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The cenozoic structure of the Murchison & Moutere Basins, South Island, New Zealand

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dc.contributor.author Lihou, Joanne C
dc.date.accessioned 2011-05-01T21:21:17Z
dc.date.accessioned 2022-10-26T03:00:38Z
dc.date.available 2011-05-01T21:21:17Z
dc.date.available 2022-10-26T03:00:38Z
dc.date.copyright 1991
dc.date.issued 1991
dc.identifier.uri https://ir.wgtn.ac.nz/handle/123456789/24117
dc.description.abstract Structural mapping in the Murchison Basin demonstrates that faults follow a NNE structural grain, which is inherited from Paleozoic sutures that were zones of weakness prior to the Late Eocene inception of the basin. The Tainui Fault may be the southern extension of the Anatoki Thrust separating Paleozoic sedimentary belts and was reactivated during Late Cenozoic compression. A dextral component of movement on the Tainui Fault has caused transport of the Mount Murchison Block southwestwards along a basement ramp thrust and folded detachment in basal Late Eocene sediments. Similarly, the Owen Fault was also reactivated so that it now juxtaposes Tertiary sequences of the Murchison and Moutere Basins. The Matiri and Maunga Faults are Late Eocene normal faults which have been reactivated and overturned. They mark the western margin to the basin and the junction with a relatively high Karamea Batholith, across which there are distinct thickness and facies changes, as well a marked decrease in percent shortening, calculated from cross-sections to be 5% across the basment high compared with 50% within the Murchison Basin. The eastern boundary is formed by the Tutaki Fault, a southeast-dipping thrust fault which separates the main bodies of the Separation Point Batholith and the Rotoroa Complex. Folds within the basin also follow the NNE trend and are non-concentric, doubly-plunging, steeply-inclined to upright folds. The anticlines have tightly-folded cores, facilitated by fracturing of basement. The Longford Syncline reaches a depth of 8km and shows a change in geometry to a chevron style to the south, due to a small proportion of incompetent material in the Longford Formation. Some folds have formed as drape folds over a warped basement surface and are controlled by a master fault at depth. The dominant control on the development of folds within the Murchison Basin is WNW-oriented compression and basement block-faulting, rather than shearing associated with dextral or sinistral transpression. Reinterpretation of an open-file, reconnaissance seismic reflection survey of the Moutere Depression, integrated with information from two exploration wells, geological maps of the region and a geophysical survey, has revealed three sub-basins beneath post Late Miocene gravels; they are subparallel to Tertiary basins of the West Coast Region and have preserved thicknesses of up to 2500m. One sub-basin is directly related to Late Tertiary outcrop geology, but its extent and geometry was formerly unknown; the other sub-basins are Early Tertiary half-grabens. Their southeastern margins have been overthrust during Mid-Miocene to Pliocene WNW-directed compression. An axial zone of shortening can be traced from the coast to the Kawatiri Fault and represents the northern extension of the Tutaki Fault, separating Rotoroa Complex and Separation Point Batholith basement rocks in the Moutere Depression. Shortening across the Depression was previously more widely distributed, but is now concentrated along the Waimea Fault System, where tectonic loading since the Plio-Pleistocene has caused gravels of this age to dip towards the eastern margin. Comparison of the deformational histories reveals that there was pervasive and more intense deformation in the Murchison Basin during the Late Miocene to Pliocene, whereas deformation in the Moutere Depression was more localised. Deposition in the Moutere Depression was essentially continuous during the Late Miocene and Pleistocene and the area was a major depocentre for material shed off the rising Southern Alps, whereas the Murchison Basin was an area of non-deposition or uplift at this time. While basement block-faulting was an important control on the development of both the Murchison and Moutere Basins, basement sutures beneath the Murchison Basin were weaker in extension and compression than those in the Moutere Depression, resulting in the Murchison Basin being the deepest and most intensely deformed basin of the West Coast Region. en_NZ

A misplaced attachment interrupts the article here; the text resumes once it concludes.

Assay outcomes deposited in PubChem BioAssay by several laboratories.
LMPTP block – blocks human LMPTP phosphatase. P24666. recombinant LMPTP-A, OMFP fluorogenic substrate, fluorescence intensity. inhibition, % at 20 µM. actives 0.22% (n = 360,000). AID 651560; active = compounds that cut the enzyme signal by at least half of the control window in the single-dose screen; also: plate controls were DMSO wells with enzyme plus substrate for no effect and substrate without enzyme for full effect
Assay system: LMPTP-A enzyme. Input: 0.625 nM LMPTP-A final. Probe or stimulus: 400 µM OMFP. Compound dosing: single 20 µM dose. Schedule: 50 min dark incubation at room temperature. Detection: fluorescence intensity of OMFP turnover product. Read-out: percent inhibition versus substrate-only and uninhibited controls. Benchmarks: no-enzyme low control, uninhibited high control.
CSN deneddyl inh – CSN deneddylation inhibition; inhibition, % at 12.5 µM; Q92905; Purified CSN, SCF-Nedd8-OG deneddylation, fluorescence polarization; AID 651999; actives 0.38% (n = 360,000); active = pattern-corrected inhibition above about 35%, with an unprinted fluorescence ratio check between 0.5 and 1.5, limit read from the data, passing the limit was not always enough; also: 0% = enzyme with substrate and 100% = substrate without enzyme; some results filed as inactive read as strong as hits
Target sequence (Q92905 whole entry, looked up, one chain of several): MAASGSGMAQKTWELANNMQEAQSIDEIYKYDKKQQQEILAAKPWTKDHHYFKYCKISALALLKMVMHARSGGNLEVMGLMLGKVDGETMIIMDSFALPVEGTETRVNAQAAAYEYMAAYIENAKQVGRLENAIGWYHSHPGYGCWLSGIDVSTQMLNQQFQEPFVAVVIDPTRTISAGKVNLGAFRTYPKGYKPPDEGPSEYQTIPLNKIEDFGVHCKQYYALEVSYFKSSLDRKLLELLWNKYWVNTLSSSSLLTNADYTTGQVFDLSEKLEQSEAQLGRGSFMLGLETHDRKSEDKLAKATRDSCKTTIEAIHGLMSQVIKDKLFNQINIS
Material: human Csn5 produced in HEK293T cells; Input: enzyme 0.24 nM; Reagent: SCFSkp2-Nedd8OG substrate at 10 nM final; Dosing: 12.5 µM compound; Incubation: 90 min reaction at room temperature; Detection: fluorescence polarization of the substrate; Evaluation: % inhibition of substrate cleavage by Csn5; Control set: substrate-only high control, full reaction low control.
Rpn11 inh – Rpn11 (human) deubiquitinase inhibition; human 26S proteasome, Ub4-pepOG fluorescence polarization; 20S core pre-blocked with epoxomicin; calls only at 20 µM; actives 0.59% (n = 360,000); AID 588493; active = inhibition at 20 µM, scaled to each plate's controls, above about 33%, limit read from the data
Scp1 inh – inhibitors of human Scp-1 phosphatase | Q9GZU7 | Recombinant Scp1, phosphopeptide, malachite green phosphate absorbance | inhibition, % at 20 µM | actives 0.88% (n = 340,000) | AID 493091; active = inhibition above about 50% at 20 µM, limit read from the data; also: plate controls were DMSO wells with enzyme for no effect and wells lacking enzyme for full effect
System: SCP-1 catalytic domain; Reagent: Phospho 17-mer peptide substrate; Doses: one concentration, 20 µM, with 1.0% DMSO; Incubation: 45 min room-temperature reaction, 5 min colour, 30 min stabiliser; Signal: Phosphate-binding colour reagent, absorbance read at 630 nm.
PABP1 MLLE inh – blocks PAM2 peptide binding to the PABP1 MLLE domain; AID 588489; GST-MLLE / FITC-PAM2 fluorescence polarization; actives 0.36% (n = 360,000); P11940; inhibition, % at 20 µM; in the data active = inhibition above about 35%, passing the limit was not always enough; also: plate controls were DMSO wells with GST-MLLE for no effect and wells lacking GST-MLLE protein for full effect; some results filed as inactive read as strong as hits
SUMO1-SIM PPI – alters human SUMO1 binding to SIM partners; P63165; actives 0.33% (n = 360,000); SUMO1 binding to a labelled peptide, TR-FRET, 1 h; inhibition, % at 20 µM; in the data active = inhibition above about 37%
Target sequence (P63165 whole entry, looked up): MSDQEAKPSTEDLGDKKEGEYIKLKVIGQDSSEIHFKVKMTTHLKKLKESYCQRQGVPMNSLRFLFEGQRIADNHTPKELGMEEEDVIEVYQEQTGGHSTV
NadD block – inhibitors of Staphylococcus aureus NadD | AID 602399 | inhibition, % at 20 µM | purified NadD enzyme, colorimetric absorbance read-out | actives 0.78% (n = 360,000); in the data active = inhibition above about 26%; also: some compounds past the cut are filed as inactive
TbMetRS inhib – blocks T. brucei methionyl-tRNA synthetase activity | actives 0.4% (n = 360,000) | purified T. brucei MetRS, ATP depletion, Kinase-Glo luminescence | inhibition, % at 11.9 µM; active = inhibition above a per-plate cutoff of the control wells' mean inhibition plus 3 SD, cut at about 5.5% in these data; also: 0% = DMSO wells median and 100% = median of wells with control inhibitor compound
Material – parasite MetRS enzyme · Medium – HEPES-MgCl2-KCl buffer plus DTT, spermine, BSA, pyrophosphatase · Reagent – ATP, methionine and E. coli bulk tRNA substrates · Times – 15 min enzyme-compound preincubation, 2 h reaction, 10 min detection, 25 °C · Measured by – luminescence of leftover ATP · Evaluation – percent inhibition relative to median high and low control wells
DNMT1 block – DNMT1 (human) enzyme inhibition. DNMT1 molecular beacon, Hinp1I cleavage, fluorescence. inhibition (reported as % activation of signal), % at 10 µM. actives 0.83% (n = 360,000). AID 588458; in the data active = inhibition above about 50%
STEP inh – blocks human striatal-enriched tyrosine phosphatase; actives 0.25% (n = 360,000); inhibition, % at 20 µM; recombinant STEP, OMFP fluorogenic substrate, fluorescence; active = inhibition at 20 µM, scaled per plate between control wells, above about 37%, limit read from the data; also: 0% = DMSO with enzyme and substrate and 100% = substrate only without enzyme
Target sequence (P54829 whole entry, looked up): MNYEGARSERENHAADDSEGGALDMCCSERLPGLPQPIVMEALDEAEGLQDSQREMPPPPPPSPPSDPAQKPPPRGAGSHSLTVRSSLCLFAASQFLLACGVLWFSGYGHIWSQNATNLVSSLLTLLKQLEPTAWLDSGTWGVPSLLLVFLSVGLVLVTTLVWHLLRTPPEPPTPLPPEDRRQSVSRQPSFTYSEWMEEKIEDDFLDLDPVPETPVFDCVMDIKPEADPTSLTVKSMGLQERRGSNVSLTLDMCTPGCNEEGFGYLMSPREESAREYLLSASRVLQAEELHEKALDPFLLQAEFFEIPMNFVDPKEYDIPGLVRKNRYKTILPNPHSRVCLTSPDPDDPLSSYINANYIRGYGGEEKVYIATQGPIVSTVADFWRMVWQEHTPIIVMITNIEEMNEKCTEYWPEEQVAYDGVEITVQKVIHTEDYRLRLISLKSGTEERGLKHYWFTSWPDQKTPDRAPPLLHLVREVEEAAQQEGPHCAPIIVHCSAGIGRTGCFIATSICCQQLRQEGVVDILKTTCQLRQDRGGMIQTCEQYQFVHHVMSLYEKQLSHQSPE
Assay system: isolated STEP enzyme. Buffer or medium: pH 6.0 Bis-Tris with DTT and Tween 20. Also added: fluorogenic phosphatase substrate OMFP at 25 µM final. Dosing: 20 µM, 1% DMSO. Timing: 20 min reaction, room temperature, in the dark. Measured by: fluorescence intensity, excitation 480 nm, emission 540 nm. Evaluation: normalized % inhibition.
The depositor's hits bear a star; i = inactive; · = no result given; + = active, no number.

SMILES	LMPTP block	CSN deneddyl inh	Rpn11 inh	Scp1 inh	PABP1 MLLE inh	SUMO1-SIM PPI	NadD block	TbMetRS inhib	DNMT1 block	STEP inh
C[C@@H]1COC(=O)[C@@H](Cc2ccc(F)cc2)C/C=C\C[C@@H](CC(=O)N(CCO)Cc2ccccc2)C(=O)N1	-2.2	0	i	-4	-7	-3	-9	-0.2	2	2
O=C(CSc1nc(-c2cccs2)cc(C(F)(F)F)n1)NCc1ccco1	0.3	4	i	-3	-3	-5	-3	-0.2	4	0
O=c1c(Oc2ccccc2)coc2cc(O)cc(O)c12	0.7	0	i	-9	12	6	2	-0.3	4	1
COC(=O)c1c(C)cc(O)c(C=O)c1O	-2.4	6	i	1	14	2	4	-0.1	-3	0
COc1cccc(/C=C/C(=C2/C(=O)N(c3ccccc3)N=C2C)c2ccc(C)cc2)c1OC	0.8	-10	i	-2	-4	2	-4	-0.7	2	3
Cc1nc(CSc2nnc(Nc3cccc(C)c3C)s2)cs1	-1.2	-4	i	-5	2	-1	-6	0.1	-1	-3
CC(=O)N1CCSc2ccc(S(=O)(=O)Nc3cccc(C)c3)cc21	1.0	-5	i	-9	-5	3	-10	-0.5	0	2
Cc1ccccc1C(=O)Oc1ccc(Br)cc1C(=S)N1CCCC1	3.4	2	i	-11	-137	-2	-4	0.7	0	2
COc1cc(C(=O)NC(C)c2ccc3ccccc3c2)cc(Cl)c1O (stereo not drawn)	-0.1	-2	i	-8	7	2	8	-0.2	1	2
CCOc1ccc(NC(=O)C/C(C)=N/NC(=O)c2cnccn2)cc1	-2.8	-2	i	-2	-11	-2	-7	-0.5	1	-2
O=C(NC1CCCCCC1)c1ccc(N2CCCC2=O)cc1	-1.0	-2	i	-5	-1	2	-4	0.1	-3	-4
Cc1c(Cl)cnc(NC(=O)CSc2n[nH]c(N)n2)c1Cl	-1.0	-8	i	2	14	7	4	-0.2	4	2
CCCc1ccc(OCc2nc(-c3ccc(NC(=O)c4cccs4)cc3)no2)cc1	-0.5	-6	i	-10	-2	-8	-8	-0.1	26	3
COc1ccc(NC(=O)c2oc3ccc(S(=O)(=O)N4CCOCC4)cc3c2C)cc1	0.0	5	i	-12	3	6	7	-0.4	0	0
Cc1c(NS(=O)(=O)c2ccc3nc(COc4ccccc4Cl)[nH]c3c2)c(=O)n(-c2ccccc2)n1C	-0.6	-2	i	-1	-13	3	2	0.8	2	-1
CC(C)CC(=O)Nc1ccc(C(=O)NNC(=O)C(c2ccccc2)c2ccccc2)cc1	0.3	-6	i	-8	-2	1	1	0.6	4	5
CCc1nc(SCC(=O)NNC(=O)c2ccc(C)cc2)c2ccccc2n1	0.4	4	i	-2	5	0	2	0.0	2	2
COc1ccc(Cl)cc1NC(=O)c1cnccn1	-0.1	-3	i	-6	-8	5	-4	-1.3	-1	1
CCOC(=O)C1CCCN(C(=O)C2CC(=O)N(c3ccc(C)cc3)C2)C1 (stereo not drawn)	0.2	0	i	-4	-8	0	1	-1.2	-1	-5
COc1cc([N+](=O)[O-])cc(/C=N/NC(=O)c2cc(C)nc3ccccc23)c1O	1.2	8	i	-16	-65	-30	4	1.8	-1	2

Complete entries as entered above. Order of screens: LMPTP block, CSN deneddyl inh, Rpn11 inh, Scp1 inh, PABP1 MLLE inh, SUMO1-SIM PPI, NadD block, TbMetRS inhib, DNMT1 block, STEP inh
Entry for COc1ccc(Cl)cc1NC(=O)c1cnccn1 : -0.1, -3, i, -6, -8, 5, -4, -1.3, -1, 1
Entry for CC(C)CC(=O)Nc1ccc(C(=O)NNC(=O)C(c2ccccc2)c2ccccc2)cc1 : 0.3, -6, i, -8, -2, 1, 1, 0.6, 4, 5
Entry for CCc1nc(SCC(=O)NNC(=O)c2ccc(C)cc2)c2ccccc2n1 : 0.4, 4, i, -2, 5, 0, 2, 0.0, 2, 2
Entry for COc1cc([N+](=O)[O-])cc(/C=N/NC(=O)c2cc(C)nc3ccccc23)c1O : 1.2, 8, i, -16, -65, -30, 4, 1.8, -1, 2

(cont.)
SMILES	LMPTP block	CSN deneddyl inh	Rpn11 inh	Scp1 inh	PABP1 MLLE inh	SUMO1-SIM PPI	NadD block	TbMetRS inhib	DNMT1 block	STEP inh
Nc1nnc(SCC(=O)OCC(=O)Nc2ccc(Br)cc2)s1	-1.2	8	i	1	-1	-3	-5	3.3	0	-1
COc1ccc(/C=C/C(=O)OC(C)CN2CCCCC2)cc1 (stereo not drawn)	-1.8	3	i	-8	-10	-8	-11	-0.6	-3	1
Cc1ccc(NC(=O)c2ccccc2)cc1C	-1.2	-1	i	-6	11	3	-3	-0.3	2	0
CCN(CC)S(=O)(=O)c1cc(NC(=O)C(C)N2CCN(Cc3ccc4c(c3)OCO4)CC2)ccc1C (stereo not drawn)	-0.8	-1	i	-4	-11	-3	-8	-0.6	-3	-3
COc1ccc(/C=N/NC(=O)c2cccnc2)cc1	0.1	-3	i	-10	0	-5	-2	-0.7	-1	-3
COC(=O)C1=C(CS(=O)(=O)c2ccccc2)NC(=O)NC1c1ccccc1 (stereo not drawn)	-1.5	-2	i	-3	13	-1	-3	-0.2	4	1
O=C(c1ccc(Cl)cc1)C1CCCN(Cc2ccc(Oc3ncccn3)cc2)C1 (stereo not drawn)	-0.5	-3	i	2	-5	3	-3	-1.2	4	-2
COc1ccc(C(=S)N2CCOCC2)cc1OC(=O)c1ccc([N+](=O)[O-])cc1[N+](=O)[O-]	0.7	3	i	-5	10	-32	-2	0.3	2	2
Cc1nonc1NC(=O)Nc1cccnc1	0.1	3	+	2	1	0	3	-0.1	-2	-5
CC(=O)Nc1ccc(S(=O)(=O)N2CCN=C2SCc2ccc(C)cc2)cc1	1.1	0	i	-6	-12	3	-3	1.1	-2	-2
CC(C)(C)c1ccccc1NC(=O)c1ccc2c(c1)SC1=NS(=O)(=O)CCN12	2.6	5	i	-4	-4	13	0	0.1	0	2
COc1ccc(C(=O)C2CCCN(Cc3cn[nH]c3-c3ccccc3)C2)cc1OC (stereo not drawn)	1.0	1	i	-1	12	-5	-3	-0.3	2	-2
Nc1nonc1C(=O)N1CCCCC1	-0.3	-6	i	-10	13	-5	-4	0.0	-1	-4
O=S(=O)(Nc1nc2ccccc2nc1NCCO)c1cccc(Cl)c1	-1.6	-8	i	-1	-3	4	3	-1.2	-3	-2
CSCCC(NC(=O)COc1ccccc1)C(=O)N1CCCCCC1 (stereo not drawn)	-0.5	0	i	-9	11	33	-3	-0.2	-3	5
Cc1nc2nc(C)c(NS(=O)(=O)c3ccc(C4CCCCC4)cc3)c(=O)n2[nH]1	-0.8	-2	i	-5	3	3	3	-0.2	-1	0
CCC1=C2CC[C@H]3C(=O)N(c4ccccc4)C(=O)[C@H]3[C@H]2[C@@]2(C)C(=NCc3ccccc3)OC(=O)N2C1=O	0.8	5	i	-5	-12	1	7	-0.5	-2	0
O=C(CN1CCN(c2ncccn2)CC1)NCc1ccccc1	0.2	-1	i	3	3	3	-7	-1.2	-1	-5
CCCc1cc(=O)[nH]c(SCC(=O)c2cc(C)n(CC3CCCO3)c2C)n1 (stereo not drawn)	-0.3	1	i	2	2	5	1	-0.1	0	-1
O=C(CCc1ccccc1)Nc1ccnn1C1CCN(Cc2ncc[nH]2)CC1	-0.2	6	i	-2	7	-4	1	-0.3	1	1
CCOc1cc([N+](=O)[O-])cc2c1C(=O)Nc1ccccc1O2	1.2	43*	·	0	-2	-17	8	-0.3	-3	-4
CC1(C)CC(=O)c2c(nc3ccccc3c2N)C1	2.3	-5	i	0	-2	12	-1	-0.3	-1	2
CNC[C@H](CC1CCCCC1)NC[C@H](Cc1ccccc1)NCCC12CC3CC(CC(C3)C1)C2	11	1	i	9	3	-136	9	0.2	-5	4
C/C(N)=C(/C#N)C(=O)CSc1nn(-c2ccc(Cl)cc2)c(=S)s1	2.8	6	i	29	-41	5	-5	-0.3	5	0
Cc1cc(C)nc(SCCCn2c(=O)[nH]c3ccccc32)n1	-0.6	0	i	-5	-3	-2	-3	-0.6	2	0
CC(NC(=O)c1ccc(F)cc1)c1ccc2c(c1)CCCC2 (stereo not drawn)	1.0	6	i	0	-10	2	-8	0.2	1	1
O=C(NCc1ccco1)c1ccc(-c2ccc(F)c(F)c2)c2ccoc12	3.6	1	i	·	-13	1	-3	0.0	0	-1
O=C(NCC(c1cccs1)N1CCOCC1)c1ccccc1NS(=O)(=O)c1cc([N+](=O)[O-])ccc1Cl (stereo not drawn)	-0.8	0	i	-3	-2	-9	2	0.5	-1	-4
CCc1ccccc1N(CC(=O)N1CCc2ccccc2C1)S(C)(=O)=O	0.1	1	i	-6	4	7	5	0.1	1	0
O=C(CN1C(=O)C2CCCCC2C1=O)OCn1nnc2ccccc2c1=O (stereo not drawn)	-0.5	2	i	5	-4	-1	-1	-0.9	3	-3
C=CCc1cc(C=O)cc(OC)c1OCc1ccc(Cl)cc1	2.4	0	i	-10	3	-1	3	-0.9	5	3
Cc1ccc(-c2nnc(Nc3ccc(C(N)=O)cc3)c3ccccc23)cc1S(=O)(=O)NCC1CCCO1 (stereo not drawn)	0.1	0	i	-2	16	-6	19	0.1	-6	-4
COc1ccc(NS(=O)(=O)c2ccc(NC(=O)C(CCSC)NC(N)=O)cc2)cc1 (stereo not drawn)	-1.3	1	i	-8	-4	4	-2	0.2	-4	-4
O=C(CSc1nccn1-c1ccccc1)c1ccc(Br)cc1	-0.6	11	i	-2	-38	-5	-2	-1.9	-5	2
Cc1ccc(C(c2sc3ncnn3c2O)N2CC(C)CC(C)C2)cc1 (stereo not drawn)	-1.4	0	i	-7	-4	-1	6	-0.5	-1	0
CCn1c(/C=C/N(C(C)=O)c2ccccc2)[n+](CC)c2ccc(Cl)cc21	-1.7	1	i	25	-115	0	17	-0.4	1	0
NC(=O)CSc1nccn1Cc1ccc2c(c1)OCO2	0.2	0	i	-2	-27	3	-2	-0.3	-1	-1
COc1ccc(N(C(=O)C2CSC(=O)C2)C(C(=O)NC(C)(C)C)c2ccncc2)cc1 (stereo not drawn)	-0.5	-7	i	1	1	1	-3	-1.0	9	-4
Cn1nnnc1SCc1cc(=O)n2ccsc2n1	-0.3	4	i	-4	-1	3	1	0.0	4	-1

dc.format pdf en_NZ
dc.language en_NZ
dc.language.iso en_NZ
dc.publisher Te Herenga Waka—Victoria University of Wellington en_NZ
dc.title The cenozoic structure of the Murchison & Moutere Basins, South Island, New Zealand en_NZ
dc.type Text en_NZ
vuwschema.type.vuw Awarded Research Masters Thesis en_NZ
thesis.degree.grantor Te Herenga Waka—Victoria University of Wellington en_NZ
thesis.degree.level Masters en_NZ

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